Phil Neel Wanted Auburn’s Stripes to Match

Remember when we thought that Under Armour was going to change Auburn’s pants’ stripes before the National Championship game in 2010? As we know now, they didn’t, but they did make some changes last year that didn’t sit well with some Auburn fans.

Most fans did, however, like the idea of the pre-BCS stripe changes because they matched the stripes of the helmets and jersey sleeves. As of right now, and as far back as I’ve seen, they do not. Uniform changes usually spark up intense debate, with the traditional, “don’t change anything” side usually being the majority. However, most fans would admit that changing the pant stripes to match the rest of the uniform would be acceptable.

This past January, I bought myself a 2012 vintage Auburn Football calendar from Asgard Press. Each month displays a game program cover from many decades ago. Late last week, still in February, I got antsy wanting to see what the month of March had for me, so I looked ahead. (Yes, for some reason I slightly view this as cheating.) Here is what I saw for the 1966 matchup that took place in Cliff Hare Stadium between your Auburn Tigers and the UT-Chattanooga Moccasins (a 20-6 Auburn win, and it was Band Day, no less):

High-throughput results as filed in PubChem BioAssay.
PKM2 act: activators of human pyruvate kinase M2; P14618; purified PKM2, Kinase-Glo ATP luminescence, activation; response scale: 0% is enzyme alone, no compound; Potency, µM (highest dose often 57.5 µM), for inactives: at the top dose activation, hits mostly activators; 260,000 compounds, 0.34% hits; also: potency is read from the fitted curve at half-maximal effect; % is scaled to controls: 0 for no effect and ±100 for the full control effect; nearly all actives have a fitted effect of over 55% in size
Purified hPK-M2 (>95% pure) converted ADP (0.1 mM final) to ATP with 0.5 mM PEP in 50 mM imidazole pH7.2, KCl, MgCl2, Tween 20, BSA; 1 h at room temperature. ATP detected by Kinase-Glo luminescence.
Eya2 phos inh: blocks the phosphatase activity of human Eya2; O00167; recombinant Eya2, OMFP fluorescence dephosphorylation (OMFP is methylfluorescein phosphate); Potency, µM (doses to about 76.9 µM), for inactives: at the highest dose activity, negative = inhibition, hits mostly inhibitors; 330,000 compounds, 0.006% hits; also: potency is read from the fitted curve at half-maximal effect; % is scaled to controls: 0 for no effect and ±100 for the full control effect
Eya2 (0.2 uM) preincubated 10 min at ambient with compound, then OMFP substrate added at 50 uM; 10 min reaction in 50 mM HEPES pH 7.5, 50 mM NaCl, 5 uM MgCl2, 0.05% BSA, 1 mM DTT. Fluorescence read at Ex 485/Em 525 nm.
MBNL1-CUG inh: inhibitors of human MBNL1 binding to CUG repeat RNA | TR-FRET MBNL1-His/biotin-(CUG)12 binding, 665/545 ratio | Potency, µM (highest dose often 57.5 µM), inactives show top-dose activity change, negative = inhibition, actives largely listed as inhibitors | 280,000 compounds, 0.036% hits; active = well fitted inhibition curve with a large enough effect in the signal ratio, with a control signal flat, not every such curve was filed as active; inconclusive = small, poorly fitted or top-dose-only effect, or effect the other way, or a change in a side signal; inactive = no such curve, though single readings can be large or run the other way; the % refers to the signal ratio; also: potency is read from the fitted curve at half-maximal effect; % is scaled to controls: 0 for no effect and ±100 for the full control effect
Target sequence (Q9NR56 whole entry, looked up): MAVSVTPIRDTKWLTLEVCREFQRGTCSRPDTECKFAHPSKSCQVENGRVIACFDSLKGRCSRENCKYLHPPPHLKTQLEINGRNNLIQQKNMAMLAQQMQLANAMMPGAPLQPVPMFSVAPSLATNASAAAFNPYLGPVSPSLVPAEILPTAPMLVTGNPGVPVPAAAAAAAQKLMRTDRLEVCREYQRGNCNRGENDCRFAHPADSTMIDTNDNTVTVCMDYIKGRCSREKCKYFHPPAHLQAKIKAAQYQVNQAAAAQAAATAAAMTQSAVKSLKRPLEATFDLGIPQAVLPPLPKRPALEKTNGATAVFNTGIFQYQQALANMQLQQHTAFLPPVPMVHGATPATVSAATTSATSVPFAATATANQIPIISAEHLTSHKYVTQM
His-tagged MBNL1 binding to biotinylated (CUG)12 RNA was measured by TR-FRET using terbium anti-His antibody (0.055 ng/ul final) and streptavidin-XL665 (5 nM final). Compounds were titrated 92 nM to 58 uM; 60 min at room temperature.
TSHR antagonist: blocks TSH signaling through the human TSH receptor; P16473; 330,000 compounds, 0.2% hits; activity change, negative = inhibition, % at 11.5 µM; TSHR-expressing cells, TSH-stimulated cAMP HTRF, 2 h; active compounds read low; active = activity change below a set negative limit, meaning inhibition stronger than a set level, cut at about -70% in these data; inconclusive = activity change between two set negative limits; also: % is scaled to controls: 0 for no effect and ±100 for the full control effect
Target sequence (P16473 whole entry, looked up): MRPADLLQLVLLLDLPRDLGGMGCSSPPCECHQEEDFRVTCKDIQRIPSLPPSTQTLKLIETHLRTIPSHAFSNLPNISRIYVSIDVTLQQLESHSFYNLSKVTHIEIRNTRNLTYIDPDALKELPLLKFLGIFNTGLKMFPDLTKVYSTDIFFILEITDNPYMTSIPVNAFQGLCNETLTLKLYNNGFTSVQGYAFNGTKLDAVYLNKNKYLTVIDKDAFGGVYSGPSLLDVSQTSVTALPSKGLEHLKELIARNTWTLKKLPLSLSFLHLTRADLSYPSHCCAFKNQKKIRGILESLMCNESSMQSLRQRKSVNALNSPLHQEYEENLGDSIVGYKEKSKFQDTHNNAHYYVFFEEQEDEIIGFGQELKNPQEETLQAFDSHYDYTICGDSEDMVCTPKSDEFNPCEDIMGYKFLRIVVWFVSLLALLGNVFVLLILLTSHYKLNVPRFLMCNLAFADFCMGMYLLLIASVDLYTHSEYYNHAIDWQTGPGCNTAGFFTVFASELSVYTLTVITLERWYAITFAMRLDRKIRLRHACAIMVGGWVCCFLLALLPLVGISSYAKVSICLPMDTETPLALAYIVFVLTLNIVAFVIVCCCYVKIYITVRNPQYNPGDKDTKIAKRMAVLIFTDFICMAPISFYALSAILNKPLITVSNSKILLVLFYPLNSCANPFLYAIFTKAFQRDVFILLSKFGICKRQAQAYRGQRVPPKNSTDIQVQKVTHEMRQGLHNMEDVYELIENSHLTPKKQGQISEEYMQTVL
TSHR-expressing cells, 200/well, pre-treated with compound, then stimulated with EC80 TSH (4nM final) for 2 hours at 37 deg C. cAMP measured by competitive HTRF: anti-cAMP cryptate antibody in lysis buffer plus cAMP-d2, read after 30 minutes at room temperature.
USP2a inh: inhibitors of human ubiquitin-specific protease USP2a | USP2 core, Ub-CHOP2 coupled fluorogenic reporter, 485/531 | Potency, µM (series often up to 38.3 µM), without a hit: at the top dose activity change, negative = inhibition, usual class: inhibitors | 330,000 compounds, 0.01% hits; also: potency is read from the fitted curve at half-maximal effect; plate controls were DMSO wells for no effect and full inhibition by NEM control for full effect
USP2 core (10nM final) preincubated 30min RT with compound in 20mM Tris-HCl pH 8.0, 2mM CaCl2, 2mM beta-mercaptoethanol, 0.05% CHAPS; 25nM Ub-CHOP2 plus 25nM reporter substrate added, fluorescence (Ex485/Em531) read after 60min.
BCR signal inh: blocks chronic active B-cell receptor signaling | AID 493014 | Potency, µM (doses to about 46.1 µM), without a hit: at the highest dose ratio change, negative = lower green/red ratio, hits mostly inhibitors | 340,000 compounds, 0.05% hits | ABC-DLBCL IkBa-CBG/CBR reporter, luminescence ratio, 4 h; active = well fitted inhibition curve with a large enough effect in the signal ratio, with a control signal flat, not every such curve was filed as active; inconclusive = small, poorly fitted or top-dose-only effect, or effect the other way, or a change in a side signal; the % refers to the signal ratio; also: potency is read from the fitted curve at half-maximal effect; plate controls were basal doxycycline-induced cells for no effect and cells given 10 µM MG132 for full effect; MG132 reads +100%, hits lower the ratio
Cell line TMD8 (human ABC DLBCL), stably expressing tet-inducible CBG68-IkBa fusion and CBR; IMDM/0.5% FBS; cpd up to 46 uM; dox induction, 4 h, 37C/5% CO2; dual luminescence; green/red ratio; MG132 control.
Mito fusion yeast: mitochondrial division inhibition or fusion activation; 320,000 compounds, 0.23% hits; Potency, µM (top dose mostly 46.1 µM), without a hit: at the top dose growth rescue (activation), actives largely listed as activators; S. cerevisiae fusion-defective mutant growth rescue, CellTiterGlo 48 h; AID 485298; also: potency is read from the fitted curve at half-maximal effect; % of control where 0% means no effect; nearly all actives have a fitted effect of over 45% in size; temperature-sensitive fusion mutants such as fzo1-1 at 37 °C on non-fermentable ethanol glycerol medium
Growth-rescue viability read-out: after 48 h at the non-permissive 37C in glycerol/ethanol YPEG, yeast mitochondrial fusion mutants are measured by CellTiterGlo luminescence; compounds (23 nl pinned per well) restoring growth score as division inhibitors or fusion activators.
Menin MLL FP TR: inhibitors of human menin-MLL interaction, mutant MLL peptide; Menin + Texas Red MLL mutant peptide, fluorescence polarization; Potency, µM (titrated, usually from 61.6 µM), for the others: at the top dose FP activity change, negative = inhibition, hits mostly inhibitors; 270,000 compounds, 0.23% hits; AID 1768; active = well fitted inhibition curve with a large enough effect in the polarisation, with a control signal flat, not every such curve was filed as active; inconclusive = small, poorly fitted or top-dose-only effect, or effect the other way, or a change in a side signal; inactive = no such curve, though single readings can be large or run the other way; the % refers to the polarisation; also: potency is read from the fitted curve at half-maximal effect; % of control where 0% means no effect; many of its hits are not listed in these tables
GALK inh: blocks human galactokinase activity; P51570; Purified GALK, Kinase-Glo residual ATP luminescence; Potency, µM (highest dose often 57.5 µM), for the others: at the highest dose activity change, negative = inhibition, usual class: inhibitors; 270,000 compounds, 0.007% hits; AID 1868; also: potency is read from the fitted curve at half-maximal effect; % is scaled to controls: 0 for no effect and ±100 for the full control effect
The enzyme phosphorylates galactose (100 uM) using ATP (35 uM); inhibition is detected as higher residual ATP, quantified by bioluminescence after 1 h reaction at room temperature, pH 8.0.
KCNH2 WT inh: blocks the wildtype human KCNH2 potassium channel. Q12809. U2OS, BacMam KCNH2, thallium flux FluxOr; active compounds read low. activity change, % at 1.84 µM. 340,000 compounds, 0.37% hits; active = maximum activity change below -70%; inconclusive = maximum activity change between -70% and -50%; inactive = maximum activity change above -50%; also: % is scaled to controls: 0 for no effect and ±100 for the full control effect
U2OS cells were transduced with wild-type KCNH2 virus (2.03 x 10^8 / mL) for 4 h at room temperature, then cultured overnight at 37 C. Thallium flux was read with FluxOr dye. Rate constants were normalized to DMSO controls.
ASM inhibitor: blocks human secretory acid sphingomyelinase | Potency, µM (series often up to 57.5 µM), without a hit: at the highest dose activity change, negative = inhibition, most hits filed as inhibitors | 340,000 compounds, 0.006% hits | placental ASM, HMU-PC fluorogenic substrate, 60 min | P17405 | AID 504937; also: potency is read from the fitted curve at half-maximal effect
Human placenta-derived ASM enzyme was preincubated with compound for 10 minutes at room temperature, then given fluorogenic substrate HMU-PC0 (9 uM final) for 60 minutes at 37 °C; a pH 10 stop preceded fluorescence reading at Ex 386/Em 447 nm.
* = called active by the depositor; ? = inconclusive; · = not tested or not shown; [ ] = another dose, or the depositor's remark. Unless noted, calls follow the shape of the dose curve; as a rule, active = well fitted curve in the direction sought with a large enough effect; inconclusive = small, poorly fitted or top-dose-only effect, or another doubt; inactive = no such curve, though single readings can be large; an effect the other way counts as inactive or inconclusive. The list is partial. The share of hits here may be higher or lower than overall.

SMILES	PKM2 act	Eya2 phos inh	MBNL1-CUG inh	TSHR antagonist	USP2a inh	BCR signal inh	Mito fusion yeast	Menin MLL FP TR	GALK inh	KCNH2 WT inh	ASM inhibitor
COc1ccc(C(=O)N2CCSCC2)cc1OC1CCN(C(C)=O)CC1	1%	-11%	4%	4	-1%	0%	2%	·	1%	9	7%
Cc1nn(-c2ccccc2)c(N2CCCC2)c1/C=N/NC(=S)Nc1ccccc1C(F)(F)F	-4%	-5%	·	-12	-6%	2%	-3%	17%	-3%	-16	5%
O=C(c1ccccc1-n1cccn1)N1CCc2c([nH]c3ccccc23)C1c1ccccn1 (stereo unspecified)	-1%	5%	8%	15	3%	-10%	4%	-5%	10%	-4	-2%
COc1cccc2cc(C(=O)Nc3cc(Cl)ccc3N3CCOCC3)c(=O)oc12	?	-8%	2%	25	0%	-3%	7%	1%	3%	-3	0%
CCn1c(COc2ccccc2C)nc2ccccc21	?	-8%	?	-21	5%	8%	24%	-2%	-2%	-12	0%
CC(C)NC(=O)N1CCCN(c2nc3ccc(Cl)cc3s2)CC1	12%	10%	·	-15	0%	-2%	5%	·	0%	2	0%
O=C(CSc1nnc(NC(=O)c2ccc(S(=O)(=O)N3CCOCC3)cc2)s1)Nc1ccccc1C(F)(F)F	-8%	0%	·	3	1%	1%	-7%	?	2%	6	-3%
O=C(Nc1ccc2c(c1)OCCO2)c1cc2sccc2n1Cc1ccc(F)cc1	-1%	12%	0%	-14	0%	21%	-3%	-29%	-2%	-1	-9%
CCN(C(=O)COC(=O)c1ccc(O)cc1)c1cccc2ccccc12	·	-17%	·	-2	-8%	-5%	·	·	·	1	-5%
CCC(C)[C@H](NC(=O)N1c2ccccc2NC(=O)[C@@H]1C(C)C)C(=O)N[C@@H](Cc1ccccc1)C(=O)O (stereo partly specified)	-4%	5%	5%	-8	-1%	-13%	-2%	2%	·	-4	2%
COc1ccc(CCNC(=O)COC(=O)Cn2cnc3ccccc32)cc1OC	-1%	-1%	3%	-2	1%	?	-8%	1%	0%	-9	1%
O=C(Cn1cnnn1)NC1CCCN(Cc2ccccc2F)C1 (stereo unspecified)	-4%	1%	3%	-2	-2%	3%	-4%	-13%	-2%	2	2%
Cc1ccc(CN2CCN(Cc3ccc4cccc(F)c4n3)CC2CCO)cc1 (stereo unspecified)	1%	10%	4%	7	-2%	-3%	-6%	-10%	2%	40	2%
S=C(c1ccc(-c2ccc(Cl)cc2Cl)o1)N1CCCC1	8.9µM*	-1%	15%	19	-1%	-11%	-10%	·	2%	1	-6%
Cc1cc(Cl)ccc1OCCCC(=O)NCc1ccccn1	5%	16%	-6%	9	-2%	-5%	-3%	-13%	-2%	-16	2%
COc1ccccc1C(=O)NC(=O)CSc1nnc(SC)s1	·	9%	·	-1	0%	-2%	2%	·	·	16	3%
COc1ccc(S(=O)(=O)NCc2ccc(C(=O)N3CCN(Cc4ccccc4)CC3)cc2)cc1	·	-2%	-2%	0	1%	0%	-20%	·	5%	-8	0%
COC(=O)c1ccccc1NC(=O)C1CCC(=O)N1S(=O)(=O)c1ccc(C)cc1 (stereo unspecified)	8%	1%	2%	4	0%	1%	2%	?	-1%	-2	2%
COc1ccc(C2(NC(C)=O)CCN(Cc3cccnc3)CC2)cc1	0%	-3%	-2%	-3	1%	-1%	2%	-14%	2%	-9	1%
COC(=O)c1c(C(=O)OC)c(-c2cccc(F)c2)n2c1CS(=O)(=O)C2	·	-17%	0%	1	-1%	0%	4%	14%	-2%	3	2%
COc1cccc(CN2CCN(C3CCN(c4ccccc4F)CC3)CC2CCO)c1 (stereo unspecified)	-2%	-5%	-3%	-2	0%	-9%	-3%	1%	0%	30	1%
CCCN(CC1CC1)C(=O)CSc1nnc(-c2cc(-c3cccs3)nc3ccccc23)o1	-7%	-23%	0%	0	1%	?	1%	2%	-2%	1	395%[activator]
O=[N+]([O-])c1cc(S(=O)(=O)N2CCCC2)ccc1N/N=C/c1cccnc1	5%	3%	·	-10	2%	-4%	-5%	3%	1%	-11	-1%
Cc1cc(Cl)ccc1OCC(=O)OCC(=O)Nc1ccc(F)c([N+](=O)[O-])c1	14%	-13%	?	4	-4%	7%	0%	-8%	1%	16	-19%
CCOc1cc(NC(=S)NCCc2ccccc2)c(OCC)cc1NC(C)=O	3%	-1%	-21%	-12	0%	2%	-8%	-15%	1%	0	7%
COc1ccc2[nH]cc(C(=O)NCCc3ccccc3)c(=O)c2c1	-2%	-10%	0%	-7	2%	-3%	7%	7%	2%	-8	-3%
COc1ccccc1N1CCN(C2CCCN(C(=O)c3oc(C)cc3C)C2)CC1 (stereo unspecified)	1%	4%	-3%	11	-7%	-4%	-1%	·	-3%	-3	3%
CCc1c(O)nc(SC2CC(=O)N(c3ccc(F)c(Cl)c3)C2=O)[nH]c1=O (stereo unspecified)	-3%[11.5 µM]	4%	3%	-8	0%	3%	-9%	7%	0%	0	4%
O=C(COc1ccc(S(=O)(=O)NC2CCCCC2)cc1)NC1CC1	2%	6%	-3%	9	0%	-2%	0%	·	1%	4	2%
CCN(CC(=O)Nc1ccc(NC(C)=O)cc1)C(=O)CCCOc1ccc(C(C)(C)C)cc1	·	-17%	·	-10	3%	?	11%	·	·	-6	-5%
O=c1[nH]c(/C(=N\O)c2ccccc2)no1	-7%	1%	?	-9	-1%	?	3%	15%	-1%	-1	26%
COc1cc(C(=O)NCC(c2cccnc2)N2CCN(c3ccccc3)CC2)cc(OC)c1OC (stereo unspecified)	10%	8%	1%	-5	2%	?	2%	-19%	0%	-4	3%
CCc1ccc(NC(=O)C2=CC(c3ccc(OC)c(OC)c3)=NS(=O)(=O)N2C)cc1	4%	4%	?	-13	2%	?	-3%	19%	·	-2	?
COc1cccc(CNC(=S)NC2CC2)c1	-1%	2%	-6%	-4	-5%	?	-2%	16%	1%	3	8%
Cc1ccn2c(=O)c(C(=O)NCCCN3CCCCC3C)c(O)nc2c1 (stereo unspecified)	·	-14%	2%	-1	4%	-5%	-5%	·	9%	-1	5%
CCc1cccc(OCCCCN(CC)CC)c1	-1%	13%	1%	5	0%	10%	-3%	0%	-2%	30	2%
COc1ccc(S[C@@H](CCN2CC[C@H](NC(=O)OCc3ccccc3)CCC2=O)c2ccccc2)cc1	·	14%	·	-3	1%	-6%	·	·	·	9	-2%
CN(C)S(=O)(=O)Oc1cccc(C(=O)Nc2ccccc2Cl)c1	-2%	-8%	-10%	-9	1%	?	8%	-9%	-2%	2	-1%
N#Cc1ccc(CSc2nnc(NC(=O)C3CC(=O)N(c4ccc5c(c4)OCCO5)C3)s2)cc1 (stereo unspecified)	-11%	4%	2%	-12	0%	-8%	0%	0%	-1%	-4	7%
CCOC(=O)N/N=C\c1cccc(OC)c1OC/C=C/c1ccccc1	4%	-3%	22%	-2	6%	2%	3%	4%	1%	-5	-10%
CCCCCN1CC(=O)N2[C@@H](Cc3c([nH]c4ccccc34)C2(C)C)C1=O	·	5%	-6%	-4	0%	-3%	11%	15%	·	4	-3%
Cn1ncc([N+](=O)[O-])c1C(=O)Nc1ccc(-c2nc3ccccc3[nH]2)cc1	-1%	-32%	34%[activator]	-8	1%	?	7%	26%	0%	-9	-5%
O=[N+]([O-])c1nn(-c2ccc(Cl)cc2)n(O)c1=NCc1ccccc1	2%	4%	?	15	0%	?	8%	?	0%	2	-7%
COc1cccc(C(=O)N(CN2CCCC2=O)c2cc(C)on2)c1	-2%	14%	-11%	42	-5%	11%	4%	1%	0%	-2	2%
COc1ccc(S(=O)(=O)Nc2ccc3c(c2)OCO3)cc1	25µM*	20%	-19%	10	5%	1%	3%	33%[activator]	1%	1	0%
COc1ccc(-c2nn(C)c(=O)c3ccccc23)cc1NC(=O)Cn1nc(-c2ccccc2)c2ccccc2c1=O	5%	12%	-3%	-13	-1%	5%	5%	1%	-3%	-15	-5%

After you get over the fact the fact that Aubie is playing craps with a snake from Chattanooga, and the fact that the program cost 50 cents ($5.00 today) take a look at the pant stripes. There they are, seemingly the only universally accepted uniform modification – stripes that match the sleeves and helmets.

I immediately pulled up the 1967 Glomerata from Auburn’s Digital Library to check and see if Auburn had in fact worn pants with these stripes in the 1966 season. They did not, as you’ll see below, but this does appear to be the first appearance of the stripes that we know today, as well as the first year the AU was on the helmet.

Maybe Phil Neel (the cover illustrator, and creator of the Aubie cartoon) was trying to make it happen. Maybe he was a man before his time. But now that I think about it, it is strange that he would draw the stripes with the white space in between given that this program was for the first game of the first year of the stripes. The season before they only wore a single blue stripe down the pants. It just seems out of place for him to draw those. I’m beginning to think he was a soothsayer.

Anyway, during this football offseason, I’m going to try to do a weekly post on Auburn football uniform history. It may be something I’ve never noticed from the past, or some interesting story about why the design was done a certain way. If you have any ideas or info, please send them in.